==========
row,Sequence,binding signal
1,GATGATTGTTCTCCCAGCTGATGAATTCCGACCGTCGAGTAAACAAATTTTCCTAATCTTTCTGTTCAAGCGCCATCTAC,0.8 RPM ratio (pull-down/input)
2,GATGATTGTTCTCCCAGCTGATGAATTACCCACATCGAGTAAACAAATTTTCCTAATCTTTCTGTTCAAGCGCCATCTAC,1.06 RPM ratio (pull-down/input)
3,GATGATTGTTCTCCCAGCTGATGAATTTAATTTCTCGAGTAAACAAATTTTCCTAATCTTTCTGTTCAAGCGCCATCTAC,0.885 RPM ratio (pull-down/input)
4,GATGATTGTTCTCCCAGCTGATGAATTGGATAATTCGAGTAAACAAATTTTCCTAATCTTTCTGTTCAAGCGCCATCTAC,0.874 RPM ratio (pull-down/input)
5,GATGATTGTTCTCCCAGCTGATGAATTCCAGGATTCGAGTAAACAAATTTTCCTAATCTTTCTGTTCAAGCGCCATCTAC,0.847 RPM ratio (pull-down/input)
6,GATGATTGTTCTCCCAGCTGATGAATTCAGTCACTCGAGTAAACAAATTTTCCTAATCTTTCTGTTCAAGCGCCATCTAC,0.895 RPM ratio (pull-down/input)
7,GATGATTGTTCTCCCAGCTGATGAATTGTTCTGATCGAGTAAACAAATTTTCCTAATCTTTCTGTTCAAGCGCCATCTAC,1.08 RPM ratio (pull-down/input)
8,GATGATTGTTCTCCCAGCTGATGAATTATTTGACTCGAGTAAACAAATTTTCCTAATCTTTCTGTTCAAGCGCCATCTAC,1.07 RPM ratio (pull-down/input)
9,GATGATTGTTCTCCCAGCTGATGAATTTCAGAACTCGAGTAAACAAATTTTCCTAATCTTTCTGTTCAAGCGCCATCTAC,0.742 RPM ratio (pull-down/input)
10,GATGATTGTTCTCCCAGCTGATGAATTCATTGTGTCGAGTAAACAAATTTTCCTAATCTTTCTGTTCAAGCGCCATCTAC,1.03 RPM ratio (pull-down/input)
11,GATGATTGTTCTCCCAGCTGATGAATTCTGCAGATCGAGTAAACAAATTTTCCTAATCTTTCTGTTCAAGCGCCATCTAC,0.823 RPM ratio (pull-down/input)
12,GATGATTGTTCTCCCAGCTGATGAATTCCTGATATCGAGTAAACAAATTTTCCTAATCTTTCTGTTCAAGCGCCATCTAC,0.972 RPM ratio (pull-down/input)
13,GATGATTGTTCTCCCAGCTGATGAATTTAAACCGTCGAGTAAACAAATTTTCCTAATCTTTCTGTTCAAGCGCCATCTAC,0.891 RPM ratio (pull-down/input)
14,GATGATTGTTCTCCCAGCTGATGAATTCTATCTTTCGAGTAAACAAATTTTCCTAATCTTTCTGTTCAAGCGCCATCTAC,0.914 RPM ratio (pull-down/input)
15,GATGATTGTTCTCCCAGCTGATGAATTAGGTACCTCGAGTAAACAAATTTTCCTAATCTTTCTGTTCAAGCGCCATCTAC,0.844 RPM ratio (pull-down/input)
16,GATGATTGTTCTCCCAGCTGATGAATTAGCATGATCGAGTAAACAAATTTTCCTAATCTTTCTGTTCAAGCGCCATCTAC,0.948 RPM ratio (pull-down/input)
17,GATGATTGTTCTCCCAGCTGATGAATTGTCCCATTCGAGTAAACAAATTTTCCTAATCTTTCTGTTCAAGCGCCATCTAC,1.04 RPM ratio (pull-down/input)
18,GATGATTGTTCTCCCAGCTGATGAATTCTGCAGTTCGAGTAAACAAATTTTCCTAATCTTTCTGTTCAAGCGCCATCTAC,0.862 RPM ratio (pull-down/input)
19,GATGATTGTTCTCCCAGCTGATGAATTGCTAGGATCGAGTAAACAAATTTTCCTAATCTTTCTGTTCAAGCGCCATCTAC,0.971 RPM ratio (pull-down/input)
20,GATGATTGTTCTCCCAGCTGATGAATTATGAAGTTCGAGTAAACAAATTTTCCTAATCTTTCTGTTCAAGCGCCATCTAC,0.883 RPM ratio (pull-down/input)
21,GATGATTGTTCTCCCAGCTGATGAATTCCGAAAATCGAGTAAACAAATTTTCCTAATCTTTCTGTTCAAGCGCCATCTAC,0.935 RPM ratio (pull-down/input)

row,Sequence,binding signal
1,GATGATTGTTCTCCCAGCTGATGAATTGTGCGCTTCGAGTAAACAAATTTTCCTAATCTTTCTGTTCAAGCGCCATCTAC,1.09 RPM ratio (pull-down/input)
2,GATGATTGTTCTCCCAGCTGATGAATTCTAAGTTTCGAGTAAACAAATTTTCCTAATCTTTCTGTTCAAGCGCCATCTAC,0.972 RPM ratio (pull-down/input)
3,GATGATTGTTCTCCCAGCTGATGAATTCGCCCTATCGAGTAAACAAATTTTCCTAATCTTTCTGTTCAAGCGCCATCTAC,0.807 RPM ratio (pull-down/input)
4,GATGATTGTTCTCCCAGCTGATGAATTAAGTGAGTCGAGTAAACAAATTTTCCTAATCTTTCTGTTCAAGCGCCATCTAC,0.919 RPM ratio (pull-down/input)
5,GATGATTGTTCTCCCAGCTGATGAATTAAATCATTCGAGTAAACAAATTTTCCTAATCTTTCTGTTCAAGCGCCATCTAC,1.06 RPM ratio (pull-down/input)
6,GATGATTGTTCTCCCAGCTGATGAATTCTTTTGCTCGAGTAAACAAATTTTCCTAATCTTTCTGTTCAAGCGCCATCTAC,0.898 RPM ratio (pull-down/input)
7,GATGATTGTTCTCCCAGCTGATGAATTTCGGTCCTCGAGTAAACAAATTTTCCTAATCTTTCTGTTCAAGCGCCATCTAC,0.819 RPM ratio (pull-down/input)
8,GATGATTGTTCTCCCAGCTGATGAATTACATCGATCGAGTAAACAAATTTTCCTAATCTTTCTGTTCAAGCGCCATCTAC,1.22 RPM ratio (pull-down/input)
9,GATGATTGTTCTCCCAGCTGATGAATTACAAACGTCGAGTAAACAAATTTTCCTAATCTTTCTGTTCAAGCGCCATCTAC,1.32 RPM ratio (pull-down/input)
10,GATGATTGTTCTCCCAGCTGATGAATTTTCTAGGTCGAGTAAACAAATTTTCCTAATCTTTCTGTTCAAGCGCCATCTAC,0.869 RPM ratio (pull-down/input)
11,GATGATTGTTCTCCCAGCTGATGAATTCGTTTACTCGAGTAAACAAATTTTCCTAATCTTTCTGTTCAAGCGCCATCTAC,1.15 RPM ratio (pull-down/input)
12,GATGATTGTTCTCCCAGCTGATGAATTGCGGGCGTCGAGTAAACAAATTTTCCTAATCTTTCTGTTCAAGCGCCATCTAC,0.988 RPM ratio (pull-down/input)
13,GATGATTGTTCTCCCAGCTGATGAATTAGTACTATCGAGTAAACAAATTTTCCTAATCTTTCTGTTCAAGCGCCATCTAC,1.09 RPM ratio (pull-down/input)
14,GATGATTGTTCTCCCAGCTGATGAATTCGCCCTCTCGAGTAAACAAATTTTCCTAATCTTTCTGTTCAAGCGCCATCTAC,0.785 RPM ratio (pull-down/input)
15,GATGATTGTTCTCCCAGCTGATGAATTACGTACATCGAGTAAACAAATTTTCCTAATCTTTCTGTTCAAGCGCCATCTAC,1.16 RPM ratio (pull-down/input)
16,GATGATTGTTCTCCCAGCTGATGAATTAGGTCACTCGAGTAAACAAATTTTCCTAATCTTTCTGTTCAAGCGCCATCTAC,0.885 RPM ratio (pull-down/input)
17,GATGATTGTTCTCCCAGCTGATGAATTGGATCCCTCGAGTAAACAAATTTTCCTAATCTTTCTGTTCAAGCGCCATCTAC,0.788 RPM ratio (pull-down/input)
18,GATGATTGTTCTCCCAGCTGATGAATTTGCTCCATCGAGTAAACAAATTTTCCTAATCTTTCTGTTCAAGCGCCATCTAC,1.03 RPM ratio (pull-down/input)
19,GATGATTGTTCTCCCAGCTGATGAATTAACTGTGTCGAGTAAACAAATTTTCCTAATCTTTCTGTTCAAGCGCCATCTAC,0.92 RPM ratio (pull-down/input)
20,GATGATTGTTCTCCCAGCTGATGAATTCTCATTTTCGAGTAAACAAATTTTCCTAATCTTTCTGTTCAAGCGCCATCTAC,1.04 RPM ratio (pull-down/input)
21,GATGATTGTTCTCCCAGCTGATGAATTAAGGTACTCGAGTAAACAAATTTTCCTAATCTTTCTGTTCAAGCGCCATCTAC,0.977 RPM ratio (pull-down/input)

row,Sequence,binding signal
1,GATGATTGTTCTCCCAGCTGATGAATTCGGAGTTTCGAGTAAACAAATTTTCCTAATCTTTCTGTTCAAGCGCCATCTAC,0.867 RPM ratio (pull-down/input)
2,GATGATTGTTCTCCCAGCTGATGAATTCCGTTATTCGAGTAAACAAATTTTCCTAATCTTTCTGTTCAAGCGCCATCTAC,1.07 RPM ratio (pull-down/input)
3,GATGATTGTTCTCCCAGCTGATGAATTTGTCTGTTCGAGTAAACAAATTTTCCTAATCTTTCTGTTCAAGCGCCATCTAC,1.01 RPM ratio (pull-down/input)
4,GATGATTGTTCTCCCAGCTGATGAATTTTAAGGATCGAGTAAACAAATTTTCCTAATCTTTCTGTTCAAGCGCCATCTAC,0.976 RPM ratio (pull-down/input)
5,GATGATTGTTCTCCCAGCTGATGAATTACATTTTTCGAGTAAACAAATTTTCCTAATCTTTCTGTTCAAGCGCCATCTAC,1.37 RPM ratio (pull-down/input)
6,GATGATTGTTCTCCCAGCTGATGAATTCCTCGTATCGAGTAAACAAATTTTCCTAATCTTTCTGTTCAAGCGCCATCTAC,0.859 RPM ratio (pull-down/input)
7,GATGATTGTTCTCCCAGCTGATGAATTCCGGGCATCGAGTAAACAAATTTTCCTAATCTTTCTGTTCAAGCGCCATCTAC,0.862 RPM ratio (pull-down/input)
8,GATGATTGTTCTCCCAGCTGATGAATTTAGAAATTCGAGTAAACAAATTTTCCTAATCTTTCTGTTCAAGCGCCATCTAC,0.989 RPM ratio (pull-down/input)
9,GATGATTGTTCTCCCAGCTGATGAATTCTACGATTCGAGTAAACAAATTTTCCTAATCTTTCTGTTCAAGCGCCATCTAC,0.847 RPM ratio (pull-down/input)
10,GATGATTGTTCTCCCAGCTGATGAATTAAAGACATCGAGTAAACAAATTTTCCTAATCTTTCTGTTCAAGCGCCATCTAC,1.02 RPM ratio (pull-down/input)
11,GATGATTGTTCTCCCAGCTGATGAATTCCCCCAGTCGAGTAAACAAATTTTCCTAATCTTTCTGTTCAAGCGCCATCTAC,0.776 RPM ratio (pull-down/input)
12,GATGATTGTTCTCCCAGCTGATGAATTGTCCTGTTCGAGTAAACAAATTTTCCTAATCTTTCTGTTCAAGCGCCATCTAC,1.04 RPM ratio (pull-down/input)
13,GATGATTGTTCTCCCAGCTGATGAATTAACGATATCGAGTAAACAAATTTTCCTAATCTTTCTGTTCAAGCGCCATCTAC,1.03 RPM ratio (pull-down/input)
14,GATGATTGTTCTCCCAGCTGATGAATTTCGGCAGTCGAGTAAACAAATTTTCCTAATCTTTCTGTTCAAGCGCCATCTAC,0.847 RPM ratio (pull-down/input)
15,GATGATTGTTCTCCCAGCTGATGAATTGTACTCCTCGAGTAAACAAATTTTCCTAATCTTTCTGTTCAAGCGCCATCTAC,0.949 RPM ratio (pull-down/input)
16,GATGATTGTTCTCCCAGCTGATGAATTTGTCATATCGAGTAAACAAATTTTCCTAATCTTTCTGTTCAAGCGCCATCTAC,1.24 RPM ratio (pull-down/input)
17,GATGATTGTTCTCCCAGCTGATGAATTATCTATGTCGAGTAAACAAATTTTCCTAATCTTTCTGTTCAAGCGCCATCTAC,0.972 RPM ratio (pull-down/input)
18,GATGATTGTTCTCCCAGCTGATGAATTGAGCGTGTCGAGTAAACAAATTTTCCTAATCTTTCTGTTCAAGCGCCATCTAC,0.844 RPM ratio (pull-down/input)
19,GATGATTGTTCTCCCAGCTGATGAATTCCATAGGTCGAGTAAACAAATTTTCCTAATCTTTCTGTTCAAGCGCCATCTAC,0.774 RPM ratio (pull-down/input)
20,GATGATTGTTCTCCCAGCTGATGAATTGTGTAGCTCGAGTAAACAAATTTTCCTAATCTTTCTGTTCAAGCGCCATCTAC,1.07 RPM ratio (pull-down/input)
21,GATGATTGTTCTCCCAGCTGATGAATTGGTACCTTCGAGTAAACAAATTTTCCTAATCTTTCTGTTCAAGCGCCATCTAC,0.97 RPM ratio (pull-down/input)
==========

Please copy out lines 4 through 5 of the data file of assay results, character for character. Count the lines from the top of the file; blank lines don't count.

3,GATGATTGTTCTCCCAGCTGATGAATTTAATTTCTCGAGTAAACAAATTTTCCTAATCTTTCTGTTCAAGCGCCATCTAC,0.885 RPM ratio (pull-down/input)
4,GATGATTGTTCTCCCAGCTGATGAATTGGATAATTCGAGTAAACAAATTTTCCTAATCTTTCTGTTCAAGCGCCATCTAC,0.874 RPM ratio (pull-down/input)